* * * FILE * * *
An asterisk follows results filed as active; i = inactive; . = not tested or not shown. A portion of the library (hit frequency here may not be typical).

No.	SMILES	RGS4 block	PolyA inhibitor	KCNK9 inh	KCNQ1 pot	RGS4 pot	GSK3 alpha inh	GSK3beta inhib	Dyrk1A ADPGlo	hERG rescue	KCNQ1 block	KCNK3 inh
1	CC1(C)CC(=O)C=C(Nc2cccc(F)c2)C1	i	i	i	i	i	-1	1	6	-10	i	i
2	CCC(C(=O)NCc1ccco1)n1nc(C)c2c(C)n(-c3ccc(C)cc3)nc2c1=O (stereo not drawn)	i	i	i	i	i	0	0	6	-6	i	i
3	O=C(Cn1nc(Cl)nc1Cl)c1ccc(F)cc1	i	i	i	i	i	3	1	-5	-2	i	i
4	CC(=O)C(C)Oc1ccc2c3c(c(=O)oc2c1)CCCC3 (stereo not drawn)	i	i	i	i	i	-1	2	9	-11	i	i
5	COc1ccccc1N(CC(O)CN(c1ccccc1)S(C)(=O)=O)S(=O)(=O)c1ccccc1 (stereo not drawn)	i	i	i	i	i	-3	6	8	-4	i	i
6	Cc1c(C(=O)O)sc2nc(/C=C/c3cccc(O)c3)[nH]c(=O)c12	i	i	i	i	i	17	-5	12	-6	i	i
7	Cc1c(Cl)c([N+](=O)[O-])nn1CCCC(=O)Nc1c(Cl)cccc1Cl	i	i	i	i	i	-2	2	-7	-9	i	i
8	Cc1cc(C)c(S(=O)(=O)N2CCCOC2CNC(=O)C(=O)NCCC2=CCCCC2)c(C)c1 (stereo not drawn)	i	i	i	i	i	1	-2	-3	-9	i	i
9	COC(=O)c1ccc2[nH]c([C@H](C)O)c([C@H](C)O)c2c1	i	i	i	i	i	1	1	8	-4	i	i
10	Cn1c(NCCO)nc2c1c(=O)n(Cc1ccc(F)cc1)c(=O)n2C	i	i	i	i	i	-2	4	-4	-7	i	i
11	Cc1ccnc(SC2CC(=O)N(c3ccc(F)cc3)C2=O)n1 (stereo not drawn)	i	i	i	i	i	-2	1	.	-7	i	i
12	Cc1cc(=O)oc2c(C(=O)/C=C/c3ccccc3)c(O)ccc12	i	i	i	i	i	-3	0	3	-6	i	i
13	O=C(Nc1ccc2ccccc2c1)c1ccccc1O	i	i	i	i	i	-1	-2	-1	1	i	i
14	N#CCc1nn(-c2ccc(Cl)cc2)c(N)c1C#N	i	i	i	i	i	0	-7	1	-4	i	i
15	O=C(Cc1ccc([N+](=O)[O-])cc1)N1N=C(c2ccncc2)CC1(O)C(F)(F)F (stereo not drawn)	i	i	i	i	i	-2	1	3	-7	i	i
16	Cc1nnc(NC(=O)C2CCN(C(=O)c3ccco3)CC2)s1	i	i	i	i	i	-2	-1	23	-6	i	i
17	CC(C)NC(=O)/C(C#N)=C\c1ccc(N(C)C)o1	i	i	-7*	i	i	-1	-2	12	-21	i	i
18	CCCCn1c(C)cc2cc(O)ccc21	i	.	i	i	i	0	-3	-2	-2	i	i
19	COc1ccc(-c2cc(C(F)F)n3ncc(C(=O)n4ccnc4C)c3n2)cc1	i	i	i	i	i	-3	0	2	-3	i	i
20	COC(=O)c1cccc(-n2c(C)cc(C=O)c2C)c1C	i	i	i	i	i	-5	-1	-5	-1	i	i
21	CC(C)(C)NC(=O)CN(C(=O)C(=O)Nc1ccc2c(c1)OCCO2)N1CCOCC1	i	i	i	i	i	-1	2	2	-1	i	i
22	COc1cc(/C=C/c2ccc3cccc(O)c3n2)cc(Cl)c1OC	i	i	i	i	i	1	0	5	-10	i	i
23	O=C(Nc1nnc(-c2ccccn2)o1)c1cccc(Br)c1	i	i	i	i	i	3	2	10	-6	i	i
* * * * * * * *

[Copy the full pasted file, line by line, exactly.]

An asterisk follows results filed as active; i = inactive; . = not tested or not shown. A portion of the library (hit frequency here may not be typical).

No.	SMILES	RGS4 block	PolyA inhibitor	KCNK9 inh	KCNQ1 pot	RGS4 pot	GSK3 alpha inh	GSK3beta inhib	Dyrk1A ADPGlo	hERG rescue	KCNQ1 block	KCNK3 inh
1	CC1(C)CC(=O)C=C(Nc2cccc(F)c2)C1	i	i	i	i	i	-1	1	6	-10	i	i
2	CCC(C(=O)NCc1ccco1)n1nc(C)c2c(C)n(-c3ccc(C)cc3)nc2c1=O (stereo not drawn)	i	i	i	i	i	0	0	6	-6	i	i
3	O=C(Cn1nc(Cl)nc1Cl)c1ccc(F)cc1	i	i	i	i	i	3	1	-5	-2	i	i
4	CC(=O)C(C)Oc1ccc2c3c(c(=O)oc2c1)CCCC3 (stereo not drawn)	i	i	i	i	i	-1	2	9	-11	i	i
5	COc1ccccc1N(CC(O)CN(c1ccccc1)S(C)(=O)=O)S(=O)(=O)c1ccccc1 (stereo not drawn)	i	i	i	i	i	-3	6	8	-4	i	i
6	Cc1c(C(=O)O)sc2nc(/C=C/c3cccc(O)c3)[nH]c(=O)c12	i	i	i	i	i	17	-5	12	-6	i	i
7	Cc1c(Cl)c([N+](=O)[O-])nn1CCCC(=O)Nc1c(Cl)cccc1Cl	i	i	i	i	i	-2	2	-7	-9	i	i
8	Cc1cc(C)c(S(=O)(=O)N2CCCOC2CNC(=O)C(=O)NCCC2=CCCCC2)c(C)c1 (stereo not drawn)	i	i	i	i	i	1	-2	-3	-9	i	i
9	COC(=O)c1ccc2[nH]c([C@H](C)O)c([C@H](C)O)c2c1	i	i	i	i	i	1	1	8	-4	i	i
10	Cn1c(NCCO)nc2c1c(=O)n(Cc1ccc(F)cc1)c(=O)n2C	i	i	i	i	i	-2	4	-4	-7	i	i
11	Cc1ccnc(SC2CC(=O)N(c3ccc(F)cc3)C2=O)n1 (stereo not drawn)	i	i	i	i	i	-2	1	.	-7	i	i
12	Cc1cc(=O)oc2c(C(=O)/C=C/c3ccccc3)c(O)ccc12	i	i	i	i	i	-3	0	3	-6	i	i
13	O=C(Nc1ccc2ccccc2c1)c1ccccc1O	i	i	i	i	i	-1	-2	-1	1	i	i
14	N#CCc1nn(-c2ccc(Cl)cc2)c(N)c1C#N	i	i	i	i	i	0	-7	1	-4	i	i
15	O=C(Cc1ccc([N+](=O)[O-])cc1)N1N=C(c2ccncc2)CC1(O)C(F)(F)F (stereo not drawn)	i	i	i	i	i	-2	1	3	-7	i	i
16	Cc1nnc(NC(=O)C2CCN(C(=O)c3ccco3)CC2)s1	i	i	i	i	i	-2	-1	23	-6	i	i
17	CC(C)NC(=O)/C(C#N)=C\c1ccc(N(C)C)o1	i	i	-7*	i	i	-1	-2	12	-21	i	i
18	CCCCn1c(C)cc2cc(O)ccc21	i	.	i	i	i	0	-3	-2	-2	i	i
19	COc1ccc(-c2cc(C(F)F)n3ncc(C(=O)n4ccnc4C)c3n2)cc1	i	i	i	i	i	-3	0	2	-3	i	i
20	COC(=O)c1cccc(-n2c(C)cc(C=O)c2C)c1C	i	i	i	i	i	-5	-1	-5	-1	i	i
21	CC(C)(C)NC(=O)CN(C(=O)C(=O)Nc1ccc2c(c1)OCCO2)N1CCOCC1	i	i	i	i	i	-1	2	2	-1	i	i
22	COc1cc(/C=C/c2ccc3cccc(O)c3n2)cc(Cl)c1OC	i	i	i	i	i	1	0	5	-10	i	i
23	O=C(Nc1nnc(-c2ccccn2)o1)c1cccc(Br)c1	i	i	i	i	i	3	2	10	-6	i	i